So how would you solve the building inspector problem? Well one way might be for legislatures to scrub the code, take out a lot of small annoying requirements, make it just very broad and general being very specific only when it is something really important. This, though, empowers the building inspector to be very powerful. He can knock stuff down based on very vague feelings which he can of course back up by referring to the vague code while a different inspector can arrive at the opposite decision using the same methodology. This, of course, invites a lot of lawsuits as different people clash over what they think is a reasonable reading. Another way would be to pack the code. If the code is 10,000 pages long going into every screw, nail and bolt the contractor never has to worry about an over the top inspector. As long as he is within the letter of the code the inspector is powerless to deny him the permit. The solution clearly seems like it will always end up falling somewhere in the middle. You will always have complicated codes and you will always, to some degree, have to expect an inspector or cop to be a decent human being first who will exercise a measure of prosecutorial discretion wisely.

    You think “3 warrants per household” doesn’t mean that 60-70% of the houses-holds got no warrants or fines at all. I suspect that is closer to the truth. Your economist buddy didn’t look at the distribution of those “fines and warrants”. I suspect it was a small percentage in the group that garners most of the police the attention.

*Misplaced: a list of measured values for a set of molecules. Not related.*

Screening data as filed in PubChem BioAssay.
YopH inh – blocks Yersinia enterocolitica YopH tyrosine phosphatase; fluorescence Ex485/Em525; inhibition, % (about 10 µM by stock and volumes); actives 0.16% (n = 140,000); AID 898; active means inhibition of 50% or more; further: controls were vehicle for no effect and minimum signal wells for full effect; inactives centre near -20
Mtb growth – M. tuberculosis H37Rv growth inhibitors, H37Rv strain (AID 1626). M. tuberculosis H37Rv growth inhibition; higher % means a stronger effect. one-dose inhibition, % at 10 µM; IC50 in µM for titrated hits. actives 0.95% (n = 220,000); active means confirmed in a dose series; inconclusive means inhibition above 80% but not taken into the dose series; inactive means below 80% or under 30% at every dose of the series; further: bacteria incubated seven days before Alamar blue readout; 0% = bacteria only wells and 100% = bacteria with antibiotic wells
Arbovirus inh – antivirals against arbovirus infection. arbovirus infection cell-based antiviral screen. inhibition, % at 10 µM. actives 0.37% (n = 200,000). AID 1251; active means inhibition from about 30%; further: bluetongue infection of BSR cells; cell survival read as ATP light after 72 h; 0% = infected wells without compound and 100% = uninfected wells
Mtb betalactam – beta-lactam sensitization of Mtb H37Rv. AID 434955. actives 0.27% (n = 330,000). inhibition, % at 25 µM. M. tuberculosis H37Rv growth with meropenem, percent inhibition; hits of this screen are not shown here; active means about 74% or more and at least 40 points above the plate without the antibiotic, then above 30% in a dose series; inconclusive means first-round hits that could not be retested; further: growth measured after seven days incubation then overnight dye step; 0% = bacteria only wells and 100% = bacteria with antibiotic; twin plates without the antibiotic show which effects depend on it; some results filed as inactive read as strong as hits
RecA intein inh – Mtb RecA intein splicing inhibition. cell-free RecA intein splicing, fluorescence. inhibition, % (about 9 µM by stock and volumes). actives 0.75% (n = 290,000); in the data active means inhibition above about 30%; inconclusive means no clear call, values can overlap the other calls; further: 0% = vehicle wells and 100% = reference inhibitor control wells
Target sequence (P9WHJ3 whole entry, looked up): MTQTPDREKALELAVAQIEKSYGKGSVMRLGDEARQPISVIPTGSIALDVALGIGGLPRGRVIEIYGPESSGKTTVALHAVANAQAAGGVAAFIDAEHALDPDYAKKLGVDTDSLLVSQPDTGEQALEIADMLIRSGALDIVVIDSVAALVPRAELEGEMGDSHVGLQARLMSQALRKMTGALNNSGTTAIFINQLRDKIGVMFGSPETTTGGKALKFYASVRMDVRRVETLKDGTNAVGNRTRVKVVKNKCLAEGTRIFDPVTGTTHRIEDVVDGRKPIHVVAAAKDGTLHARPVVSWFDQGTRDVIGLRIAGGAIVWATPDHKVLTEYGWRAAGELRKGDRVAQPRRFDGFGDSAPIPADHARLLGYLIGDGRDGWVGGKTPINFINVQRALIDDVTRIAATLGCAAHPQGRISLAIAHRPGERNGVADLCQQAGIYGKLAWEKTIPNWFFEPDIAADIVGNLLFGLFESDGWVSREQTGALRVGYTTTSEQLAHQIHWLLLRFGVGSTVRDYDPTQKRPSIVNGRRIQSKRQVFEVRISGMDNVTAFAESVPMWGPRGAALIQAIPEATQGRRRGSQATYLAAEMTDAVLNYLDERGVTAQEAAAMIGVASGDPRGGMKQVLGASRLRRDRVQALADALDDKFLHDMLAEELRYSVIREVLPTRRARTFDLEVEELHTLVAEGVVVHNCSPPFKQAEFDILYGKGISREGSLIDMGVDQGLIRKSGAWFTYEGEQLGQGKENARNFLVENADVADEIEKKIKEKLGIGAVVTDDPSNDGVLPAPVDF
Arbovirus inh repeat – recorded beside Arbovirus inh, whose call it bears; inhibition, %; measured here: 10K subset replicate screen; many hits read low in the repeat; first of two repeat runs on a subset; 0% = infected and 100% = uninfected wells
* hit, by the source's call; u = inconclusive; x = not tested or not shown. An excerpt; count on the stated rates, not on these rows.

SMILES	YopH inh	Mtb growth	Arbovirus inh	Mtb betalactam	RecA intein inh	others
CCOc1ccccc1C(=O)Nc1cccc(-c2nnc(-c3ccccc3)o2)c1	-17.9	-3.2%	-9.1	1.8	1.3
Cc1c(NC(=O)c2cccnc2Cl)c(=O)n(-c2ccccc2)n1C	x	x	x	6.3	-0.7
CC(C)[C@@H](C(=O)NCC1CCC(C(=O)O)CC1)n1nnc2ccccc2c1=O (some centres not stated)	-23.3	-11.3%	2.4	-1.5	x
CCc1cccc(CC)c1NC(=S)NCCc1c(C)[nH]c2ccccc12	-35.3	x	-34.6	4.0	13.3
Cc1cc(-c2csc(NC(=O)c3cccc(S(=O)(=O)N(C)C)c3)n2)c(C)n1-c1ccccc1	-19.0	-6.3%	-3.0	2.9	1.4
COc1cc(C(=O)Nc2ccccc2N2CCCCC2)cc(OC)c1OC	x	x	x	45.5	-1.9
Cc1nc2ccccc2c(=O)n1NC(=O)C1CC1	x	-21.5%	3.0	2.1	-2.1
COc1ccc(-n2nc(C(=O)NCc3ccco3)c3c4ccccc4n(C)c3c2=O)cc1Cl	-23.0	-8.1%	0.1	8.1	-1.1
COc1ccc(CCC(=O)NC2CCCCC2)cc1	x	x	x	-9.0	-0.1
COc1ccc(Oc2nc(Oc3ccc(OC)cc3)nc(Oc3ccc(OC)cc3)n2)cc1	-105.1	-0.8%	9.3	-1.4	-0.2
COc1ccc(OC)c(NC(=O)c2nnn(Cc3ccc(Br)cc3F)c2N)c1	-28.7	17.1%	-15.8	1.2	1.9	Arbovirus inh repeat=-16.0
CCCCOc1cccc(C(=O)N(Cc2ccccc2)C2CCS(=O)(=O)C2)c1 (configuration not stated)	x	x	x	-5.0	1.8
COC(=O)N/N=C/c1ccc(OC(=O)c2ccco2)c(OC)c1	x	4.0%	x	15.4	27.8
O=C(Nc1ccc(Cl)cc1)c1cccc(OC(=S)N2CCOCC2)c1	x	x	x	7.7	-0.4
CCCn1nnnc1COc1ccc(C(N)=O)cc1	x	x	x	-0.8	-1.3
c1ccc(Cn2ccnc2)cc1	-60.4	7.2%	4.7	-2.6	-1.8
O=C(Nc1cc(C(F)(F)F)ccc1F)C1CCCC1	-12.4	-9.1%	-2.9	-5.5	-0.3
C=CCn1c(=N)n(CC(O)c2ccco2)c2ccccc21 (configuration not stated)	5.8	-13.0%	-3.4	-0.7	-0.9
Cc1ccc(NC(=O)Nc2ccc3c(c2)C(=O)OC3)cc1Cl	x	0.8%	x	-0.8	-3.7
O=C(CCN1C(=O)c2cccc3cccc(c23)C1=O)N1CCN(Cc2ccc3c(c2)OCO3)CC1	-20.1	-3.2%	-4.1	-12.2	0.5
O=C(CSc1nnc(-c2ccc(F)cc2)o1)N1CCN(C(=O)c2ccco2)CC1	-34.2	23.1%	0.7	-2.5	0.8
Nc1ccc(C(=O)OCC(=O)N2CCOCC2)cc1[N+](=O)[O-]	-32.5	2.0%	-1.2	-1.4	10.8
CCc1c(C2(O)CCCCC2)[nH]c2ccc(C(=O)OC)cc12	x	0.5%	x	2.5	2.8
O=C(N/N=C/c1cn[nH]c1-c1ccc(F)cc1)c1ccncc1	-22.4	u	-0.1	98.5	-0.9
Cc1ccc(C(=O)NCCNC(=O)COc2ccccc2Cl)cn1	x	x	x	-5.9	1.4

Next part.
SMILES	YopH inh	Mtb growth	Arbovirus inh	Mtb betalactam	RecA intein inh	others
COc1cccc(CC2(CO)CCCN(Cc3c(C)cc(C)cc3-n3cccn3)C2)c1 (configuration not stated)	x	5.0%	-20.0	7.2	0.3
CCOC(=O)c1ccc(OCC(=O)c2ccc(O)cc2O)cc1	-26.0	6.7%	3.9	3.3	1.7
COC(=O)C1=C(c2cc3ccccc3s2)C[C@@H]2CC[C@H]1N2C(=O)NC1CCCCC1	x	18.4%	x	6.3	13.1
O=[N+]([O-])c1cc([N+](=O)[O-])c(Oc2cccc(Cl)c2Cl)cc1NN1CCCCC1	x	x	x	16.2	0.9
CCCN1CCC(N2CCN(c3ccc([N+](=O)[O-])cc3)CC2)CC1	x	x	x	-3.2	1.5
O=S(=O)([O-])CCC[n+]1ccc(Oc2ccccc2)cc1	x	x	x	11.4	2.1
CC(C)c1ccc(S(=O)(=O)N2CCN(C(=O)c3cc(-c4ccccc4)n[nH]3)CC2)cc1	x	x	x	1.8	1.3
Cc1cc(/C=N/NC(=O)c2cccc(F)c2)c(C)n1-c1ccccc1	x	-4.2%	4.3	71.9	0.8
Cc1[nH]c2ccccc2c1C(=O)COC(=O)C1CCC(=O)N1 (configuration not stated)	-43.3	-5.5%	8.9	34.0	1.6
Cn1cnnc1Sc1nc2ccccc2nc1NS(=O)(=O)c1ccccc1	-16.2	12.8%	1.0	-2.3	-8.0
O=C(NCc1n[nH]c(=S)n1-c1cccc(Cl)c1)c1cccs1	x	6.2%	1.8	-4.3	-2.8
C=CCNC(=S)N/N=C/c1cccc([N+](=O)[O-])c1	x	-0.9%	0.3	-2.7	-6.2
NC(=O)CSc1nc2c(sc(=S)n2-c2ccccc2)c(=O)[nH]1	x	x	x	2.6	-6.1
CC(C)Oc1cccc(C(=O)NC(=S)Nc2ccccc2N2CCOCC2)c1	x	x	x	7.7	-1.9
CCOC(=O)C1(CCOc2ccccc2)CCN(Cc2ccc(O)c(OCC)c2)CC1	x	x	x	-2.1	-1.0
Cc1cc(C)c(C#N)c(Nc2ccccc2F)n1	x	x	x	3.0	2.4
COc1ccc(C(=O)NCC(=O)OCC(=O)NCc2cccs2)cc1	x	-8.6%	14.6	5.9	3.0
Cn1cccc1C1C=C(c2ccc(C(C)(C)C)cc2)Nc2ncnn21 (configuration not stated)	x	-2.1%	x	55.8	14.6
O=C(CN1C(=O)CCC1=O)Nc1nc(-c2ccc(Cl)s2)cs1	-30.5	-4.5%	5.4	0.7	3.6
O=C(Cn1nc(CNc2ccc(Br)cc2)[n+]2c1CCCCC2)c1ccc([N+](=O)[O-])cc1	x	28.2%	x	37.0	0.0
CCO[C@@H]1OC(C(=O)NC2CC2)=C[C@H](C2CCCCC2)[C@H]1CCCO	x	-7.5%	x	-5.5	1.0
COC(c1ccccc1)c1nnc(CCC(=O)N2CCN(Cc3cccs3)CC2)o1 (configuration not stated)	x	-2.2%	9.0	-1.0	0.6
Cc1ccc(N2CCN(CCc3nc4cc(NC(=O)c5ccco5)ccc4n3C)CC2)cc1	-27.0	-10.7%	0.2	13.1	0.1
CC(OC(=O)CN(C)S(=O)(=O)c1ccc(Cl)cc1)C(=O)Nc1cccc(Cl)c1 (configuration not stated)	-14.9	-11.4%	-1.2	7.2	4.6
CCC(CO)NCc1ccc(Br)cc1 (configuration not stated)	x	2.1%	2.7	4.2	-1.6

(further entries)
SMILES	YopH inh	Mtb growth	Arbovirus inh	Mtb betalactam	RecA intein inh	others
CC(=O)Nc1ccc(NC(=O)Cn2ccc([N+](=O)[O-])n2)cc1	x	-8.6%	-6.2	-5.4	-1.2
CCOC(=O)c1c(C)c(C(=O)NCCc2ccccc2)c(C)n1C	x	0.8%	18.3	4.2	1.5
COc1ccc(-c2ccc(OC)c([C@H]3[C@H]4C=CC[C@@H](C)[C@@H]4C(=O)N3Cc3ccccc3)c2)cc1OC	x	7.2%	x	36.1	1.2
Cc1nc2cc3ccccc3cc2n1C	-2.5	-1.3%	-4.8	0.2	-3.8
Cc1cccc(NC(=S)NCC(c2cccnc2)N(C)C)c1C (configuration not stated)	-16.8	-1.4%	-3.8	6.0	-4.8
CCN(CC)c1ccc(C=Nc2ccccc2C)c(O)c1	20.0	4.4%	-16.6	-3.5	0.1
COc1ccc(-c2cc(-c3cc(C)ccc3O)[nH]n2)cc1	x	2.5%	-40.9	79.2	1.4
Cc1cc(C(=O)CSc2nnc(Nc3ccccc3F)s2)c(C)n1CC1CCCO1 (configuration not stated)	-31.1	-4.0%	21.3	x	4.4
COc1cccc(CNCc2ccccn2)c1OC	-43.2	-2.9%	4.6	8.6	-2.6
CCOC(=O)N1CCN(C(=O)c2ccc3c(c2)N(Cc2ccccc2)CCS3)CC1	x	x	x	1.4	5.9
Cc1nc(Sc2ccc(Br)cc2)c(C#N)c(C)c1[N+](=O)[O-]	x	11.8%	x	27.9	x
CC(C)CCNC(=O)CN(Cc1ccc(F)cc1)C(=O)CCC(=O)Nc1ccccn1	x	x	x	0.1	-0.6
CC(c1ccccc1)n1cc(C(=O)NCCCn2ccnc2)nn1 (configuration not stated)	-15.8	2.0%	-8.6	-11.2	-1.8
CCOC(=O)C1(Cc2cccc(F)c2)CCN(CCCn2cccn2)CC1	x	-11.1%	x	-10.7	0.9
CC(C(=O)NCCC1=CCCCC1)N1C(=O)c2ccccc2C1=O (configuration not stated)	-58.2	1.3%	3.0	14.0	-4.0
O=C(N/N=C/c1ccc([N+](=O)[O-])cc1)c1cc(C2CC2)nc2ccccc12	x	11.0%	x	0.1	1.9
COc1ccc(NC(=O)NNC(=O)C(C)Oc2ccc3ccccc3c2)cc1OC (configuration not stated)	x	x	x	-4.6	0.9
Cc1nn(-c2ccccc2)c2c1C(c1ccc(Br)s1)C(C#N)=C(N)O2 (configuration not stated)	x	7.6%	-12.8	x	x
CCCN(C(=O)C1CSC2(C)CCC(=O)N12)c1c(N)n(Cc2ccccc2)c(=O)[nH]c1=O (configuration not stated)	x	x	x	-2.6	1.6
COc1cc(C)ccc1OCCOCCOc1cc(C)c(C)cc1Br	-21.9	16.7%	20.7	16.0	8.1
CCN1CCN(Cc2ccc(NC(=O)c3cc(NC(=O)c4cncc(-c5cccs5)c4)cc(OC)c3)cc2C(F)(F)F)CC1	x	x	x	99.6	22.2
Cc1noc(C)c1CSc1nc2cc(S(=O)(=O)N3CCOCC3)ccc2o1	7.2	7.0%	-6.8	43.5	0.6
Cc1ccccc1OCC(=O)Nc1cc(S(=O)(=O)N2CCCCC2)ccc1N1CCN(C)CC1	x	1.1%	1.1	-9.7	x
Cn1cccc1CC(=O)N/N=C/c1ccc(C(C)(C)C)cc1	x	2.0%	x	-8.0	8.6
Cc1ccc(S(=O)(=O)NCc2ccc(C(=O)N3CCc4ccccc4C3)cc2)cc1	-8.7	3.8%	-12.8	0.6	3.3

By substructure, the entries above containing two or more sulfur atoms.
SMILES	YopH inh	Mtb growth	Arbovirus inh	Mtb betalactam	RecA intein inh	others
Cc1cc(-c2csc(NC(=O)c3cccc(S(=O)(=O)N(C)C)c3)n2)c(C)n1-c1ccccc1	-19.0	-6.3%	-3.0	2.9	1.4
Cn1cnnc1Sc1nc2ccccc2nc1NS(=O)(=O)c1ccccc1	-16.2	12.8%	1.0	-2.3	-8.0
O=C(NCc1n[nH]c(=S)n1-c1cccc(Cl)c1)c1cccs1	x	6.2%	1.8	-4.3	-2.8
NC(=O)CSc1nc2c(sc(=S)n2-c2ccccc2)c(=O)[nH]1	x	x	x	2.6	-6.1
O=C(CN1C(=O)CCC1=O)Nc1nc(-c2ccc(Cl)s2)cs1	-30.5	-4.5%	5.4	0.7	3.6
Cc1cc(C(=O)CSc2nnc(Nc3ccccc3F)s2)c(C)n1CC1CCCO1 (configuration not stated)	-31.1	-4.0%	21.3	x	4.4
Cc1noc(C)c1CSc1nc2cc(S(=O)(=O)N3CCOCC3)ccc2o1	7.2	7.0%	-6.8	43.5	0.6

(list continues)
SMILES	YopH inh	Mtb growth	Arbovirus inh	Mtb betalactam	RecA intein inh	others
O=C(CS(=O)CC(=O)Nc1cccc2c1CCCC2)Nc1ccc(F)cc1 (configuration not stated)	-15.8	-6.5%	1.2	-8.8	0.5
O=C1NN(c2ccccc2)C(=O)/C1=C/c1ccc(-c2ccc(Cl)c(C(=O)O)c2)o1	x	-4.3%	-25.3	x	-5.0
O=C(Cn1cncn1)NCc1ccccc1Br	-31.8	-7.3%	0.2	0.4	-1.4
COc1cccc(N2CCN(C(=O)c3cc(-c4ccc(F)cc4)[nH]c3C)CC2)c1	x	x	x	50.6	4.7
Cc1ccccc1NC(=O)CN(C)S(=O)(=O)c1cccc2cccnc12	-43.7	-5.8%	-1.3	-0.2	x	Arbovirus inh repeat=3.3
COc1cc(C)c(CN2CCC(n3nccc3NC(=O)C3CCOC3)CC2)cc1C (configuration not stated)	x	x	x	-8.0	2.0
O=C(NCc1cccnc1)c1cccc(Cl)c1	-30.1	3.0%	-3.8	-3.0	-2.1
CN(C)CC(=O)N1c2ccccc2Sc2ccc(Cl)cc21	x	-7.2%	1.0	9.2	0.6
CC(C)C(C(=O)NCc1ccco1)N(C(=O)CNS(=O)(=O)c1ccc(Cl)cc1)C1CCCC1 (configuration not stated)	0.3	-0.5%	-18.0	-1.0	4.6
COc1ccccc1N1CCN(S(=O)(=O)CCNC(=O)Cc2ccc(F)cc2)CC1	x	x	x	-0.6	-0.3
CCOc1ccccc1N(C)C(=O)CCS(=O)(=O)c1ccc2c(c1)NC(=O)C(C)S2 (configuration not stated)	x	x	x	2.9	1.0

It does seem unbalanced if the community’s crime rate is at or below average which is the problem. Of course I’m sure the distribution of warrants is not even, that is almost certainly the problem. Most people (like Hitchens when he was alive) will never get one, while a minority will get so many that even bothering to give the system a little respect will become pointless. In the Garner case, for example, the cop had previously been accused of forcing two men to strip naked in the street for a search (charges dismissed against the men). How many times have you been strip searched by a cop? If it happened once to you, you’d probably be shocked but ultimately chalk it up to a single bad cop or a freak misunderstanding. If it happens to you several times a month it’s not going to be long before your contempt for the entire system simmers and builds. 599,400 fruitless searches in the street to get 600 illegal guns is not a victory for law enforcement, it’s a horrible defeat.

    And no doubt if you started to look closely at those warrants you would probably discover few of them actually addressed actual criminals who make neighborhoods and parks not nice places to be. You’d probably find a lot issued for minor traffic offenses with court dates scheduled in the middle of the workweek or offensses that carried huge fines for a low income person (in NJ say you forget your wallet one day that has your car insurance, registration and drivers license….that’s $500 for each missing document even if the computer tells the cops you are totally valid).

    The “high stakes cases” as you put it is, of course, a lie. The frequency of cop’s killed and cops killing suspects is not appreciably different than last year, last month, or two years ago

    Why is this relevant at all? The frequency of the ex-wives of NFL players being knifed to death on their front step is very, very low. By this logic then no one should have paid any attention to the OJ murder case?